Cellulosic ethanol uses a process to turn plant waste into ethanol. Rather than using corn, sugar or soybeans to produce ethanol, the waste byproducts, such as stalks and trimmings, can be used. Cellulosic alcohol is chemically identical to ethanol produced by other processes, but contains a higher energy content. This may help resolve the current concerns about using ethanol in auto fuel production due to the fact that standard ethanol contains 30% less energy than gasoline, which reduces mileage.
The problem with using primary products, such as soybeans and corn, is that their use in ethanol production drives up the cost for those products, which in turn affects the price of other products, such as beef cattle. The effective use of farm waste products should theoretically keep the prices stable for farm produce.
Producing cellulosic alcohol requires an extra processing step, called cellulolysis, that breaks down the cellulose in the waste products into sugar. There is also a pretreatment step to prepare the materials for cellulolysis. Almost any type of biomass plant material, such as straw, grasses, wood, leaves and stalks can be used to produce cellulosic ethanol.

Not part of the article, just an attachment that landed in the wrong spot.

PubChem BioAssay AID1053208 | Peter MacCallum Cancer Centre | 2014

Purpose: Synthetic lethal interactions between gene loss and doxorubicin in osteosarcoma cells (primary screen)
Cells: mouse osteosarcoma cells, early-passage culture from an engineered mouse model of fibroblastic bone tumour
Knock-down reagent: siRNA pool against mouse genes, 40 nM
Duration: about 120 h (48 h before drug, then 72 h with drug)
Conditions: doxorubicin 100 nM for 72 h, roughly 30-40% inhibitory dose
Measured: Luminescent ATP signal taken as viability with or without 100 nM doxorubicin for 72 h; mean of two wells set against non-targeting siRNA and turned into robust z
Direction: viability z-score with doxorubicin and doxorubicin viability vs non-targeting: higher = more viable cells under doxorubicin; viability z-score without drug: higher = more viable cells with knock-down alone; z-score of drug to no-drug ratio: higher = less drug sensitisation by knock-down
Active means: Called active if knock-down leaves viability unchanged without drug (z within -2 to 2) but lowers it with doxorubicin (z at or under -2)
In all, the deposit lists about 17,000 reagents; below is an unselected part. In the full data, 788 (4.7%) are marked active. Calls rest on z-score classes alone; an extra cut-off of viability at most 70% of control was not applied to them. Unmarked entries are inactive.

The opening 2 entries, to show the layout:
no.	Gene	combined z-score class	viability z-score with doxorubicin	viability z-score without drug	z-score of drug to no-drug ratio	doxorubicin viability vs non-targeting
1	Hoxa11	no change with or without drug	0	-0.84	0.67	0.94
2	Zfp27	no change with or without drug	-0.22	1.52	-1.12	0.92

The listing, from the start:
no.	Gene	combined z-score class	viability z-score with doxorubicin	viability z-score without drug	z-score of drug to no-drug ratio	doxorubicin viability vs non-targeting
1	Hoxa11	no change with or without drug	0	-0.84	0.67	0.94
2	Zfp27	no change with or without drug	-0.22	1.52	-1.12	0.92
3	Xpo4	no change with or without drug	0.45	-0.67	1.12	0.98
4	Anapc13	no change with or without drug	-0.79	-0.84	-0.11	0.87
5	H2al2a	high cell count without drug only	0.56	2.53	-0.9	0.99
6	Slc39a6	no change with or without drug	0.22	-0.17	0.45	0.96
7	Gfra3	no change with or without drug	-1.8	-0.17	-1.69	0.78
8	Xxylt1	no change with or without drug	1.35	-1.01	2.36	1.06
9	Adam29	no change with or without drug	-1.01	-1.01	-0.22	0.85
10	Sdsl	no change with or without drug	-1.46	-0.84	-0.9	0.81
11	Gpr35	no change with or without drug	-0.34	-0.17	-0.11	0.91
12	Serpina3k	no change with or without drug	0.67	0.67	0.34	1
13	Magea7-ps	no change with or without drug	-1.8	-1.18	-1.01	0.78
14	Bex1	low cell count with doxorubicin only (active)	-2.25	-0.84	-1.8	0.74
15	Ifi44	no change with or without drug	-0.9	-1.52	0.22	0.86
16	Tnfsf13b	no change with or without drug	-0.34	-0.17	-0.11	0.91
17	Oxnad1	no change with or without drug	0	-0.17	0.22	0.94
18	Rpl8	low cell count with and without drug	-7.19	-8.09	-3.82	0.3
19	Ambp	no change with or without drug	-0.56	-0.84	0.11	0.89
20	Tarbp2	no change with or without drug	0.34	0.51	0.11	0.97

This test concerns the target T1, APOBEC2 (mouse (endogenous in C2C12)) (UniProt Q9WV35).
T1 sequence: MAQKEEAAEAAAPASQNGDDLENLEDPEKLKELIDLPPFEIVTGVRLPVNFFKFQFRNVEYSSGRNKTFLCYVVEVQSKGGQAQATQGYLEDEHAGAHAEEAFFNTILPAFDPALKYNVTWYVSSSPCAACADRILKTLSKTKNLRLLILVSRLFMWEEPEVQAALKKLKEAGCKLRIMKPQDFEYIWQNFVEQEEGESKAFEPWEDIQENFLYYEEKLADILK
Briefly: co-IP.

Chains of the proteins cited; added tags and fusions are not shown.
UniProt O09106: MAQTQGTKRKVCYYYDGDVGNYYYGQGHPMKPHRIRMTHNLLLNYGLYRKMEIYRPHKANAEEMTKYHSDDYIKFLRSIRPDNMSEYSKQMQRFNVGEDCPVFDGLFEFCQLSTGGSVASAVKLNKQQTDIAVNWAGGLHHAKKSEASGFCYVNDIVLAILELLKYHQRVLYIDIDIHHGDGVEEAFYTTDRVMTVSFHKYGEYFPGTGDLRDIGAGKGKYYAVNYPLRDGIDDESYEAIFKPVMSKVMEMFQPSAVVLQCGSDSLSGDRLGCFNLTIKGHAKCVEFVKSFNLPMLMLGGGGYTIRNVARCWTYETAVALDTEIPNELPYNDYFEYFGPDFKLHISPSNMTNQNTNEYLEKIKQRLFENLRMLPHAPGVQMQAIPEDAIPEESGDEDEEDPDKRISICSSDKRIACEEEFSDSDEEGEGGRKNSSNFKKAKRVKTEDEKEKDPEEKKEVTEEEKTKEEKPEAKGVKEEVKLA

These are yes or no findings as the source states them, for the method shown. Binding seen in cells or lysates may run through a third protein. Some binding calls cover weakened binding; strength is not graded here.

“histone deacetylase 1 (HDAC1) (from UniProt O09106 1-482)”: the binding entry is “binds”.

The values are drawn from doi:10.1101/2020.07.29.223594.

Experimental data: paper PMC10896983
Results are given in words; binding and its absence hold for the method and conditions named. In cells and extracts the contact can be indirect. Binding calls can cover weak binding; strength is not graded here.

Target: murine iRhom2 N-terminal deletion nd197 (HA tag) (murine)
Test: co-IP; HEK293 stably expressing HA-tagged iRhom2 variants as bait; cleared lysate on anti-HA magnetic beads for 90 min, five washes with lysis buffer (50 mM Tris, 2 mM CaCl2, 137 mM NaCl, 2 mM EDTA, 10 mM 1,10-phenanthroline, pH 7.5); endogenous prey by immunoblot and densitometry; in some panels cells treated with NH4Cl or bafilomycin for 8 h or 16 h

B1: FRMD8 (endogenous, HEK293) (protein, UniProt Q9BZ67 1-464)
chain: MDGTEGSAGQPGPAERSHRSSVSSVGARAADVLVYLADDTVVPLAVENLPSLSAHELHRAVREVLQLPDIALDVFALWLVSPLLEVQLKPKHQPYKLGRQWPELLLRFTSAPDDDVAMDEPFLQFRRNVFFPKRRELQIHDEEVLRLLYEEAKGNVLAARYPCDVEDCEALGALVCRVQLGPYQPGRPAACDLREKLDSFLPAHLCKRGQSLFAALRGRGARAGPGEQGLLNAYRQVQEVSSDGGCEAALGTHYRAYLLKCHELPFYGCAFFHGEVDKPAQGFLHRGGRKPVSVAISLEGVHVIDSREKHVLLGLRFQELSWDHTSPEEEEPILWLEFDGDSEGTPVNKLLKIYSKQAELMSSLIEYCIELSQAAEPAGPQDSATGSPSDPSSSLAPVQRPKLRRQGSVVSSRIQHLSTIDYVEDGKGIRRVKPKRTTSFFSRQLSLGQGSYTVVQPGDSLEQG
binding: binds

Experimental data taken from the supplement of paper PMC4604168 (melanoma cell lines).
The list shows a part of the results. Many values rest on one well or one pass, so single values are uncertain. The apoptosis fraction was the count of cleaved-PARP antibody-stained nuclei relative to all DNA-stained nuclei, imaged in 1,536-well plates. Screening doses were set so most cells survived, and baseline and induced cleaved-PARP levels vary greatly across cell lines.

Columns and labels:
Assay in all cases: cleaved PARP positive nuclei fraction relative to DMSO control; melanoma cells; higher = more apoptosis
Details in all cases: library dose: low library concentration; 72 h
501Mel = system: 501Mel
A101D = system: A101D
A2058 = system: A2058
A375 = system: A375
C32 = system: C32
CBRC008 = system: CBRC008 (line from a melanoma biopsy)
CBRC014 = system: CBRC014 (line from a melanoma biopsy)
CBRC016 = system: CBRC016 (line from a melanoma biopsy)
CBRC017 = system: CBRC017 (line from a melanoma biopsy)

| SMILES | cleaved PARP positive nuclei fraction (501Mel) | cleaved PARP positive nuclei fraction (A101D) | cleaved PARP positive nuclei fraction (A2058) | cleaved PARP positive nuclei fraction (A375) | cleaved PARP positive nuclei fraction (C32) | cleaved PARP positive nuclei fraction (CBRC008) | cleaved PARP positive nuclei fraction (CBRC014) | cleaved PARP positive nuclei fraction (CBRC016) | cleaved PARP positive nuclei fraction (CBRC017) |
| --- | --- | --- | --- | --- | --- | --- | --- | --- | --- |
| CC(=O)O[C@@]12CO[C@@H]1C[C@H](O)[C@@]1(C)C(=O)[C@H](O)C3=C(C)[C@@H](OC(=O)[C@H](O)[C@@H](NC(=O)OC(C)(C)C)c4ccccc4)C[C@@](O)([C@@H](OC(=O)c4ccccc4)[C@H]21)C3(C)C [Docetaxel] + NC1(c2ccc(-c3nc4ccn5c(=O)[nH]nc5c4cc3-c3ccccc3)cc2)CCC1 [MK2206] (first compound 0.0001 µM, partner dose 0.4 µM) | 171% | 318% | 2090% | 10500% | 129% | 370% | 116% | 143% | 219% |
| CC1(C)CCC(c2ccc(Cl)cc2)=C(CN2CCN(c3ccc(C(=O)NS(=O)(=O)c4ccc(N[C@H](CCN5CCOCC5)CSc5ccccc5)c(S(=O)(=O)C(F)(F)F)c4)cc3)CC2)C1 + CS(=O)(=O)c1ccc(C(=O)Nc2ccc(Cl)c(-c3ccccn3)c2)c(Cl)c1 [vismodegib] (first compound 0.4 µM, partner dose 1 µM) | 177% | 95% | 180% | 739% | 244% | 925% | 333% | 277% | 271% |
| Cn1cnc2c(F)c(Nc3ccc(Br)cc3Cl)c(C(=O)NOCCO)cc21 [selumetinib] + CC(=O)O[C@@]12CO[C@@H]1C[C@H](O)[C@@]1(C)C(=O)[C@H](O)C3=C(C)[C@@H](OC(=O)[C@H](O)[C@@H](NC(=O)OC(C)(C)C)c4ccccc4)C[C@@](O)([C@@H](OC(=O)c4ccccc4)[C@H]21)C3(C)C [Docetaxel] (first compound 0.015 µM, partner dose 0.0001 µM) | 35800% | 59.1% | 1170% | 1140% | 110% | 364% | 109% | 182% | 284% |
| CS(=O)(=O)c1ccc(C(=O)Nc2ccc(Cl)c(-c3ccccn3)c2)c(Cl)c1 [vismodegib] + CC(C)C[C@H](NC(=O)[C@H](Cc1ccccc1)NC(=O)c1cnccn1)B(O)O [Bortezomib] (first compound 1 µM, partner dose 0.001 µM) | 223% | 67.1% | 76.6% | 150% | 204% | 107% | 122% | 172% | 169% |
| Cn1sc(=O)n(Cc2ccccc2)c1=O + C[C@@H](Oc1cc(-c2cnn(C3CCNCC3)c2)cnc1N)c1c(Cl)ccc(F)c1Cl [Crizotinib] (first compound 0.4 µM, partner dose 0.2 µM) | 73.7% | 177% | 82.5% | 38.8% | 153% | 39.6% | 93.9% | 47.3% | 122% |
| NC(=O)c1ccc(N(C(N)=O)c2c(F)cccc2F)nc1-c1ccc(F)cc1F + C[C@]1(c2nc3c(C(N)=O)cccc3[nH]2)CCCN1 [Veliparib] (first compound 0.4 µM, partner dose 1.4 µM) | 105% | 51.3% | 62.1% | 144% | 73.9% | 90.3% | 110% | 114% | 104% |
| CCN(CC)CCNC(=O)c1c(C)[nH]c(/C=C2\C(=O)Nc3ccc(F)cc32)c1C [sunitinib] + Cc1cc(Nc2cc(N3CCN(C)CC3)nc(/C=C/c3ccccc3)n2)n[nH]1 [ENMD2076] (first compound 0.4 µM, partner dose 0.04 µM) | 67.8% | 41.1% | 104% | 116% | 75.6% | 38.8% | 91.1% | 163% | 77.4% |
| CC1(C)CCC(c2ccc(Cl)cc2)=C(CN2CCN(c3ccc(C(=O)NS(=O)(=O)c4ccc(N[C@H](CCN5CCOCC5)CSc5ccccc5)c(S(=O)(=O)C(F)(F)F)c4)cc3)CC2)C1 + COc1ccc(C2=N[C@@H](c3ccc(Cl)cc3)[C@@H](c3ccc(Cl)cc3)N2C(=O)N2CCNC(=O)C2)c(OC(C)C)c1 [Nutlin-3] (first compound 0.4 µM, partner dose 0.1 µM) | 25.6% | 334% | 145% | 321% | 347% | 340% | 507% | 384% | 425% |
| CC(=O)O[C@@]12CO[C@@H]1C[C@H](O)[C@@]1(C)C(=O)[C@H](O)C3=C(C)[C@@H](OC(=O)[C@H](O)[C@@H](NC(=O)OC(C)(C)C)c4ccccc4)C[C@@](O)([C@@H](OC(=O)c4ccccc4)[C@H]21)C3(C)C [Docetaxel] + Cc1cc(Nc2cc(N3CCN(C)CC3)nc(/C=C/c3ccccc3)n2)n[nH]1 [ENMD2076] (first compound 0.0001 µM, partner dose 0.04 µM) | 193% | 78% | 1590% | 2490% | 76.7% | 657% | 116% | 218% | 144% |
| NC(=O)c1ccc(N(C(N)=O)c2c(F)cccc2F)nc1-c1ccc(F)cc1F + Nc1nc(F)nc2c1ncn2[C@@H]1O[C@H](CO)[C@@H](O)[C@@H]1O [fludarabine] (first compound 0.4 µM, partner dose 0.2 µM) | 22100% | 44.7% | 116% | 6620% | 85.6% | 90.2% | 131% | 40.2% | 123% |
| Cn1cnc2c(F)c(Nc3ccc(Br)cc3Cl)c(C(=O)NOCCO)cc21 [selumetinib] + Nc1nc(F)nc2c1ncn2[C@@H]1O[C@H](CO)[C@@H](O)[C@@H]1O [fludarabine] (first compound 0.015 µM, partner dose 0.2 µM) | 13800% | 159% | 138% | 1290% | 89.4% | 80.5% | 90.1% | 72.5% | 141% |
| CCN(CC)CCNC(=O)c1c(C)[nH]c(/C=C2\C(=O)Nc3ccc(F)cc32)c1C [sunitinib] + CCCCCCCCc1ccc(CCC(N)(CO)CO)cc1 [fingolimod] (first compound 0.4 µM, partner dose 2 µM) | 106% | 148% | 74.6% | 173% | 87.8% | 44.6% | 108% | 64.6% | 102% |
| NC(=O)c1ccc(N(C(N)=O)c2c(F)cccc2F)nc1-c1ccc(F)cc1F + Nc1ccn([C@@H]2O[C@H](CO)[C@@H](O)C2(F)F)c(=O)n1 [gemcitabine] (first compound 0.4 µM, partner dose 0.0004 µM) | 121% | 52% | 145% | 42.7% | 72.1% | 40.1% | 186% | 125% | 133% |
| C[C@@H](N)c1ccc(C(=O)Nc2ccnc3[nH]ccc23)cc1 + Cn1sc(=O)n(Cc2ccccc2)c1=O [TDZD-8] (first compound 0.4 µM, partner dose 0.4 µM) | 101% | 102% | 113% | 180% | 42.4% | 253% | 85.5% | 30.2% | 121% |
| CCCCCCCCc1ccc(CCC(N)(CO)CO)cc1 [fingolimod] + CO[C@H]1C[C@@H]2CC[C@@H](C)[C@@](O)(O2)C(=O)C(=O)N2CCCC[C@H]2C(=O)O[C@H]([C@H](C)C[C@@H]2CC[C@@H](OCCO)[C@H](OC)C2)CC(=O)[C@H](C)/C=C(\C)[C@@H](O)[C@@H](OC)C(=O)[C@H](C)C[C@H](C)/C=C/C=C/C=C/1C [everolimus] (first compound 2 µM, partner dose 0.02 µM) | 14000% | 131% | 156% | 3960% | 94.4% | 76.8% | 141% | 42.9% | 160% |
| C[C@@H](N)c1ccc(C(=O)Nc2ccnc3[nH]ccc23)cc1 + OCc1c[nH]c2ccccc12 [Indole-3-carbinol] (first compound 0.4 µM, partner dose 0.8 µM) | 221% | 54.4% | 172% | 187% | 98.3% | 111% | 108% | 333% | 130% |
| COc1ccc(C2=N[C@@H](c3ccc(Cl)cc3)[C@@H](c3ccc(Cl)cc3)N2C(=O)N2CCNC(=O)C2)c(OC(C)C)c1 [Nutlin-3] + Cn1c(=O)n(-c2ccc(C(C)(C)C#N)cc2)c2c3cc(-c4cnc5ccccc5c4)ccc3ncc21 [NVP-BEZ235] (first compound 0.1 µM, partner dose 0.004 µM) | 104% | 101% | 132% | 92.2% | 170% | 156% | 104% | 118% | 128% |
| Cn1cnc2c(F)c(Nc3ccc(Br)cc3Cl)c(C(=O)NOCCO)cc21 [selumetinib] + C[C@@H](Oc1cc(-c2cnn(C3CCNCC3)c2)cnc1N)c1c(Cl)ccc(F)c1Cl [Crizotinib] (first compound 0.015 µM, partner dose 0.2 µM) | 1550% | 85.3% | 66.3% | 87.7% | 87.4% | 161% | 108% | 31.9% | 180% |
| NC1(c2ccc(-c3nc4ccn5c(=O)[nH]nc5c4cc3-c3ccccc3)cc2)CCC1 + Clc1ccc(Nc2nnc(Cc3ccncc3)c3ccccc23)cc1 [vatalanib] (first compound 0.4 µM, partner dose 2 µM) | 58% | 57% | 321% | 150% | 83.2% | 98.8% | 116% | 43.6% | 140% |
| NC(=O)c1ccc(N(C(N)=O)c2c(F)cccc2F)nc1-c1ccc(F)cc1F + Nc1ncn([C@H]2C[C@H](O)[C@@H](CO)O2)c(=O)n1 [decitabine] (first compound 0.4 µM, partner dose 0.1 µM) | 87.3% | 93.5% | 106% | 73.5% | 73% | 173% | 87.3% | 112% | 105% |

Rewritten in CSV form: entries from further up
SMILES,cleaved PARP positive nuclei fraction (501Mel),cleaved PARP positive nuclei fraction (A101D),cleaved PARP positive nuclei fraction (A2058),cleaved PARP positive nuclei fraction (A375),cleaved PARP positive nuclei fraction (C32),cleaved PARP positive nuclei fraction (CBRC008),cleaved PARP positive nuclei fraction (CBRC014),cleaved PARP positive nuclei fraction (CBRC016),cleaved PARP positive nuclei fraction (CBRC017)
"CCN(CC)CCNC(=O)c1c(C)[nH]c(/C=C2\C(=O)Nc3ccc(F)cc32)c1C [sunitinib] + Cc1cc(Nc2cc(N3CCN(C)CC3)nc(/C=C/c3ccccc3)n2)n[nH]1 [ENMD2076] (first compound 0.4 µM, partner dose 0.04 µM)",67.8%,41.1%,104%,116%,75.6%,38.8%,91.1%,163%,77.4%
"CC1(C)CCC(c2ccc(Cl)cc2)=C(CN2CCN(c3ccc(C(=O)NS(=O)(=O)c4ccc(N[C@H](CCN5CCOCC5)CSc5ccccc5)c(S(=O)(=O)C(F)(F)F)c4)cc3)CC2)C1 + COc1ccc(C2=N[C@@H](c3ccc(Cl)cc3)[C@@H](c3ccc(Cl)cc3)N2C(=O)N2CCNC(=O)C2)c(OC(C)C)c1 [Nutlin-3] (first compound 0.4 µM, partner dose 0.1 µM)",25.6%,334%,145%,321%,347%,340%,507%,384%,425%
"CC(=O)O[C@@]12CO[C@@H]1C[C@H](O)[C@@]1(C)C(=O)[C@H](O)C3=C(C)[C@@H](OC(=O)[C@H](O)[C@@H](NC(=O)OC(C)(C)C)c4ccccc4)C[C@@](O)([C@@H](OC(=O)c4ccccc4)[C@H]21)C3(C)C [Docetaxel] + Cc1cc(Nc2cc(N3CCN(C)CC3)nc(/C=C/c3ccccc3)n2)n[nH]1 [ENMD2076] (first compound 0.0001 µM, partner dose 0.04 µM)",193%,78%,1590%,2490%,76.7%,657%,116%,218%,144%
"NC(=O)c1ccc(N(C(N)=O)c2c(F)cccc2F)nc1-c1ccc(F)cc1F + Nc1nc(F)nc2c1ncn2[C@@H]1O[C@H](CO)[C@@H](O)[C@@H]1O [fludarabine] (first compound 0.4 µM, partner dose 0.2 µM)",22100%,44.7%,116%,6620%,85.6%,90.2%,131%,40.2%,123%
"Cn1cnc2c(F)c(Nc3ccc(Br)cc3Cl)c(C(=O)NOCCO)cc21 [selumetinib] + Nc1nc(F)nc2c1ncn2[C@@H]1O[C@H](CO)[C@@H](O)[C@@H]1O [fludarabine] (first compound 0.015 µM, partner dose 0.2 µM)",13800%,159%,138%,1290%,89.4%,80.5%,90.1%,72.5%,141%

The current cost for producing cellulosic alcohol is higher than that of gasoline. In June of 2006, the cost for producing alcohol equivalent in energy to a barrel of oil was estimated at $120. This means that cellulosic alcohol is currently not a good economic alternative to oil, but it can still be used to help reduce the USA’s dependency on foreign oil. Further research should bring the cost down over time.
Cellulosic alcohol may be one of the big three biofuels that help reduce the country’s dangerous dependency on foreign oil. There isn’t any one single solution that will resolve this problem. A collective approach consisting of many alternatives may be the best way to approach the issue. Cellulosic alcohol may be one important part of the puzzle.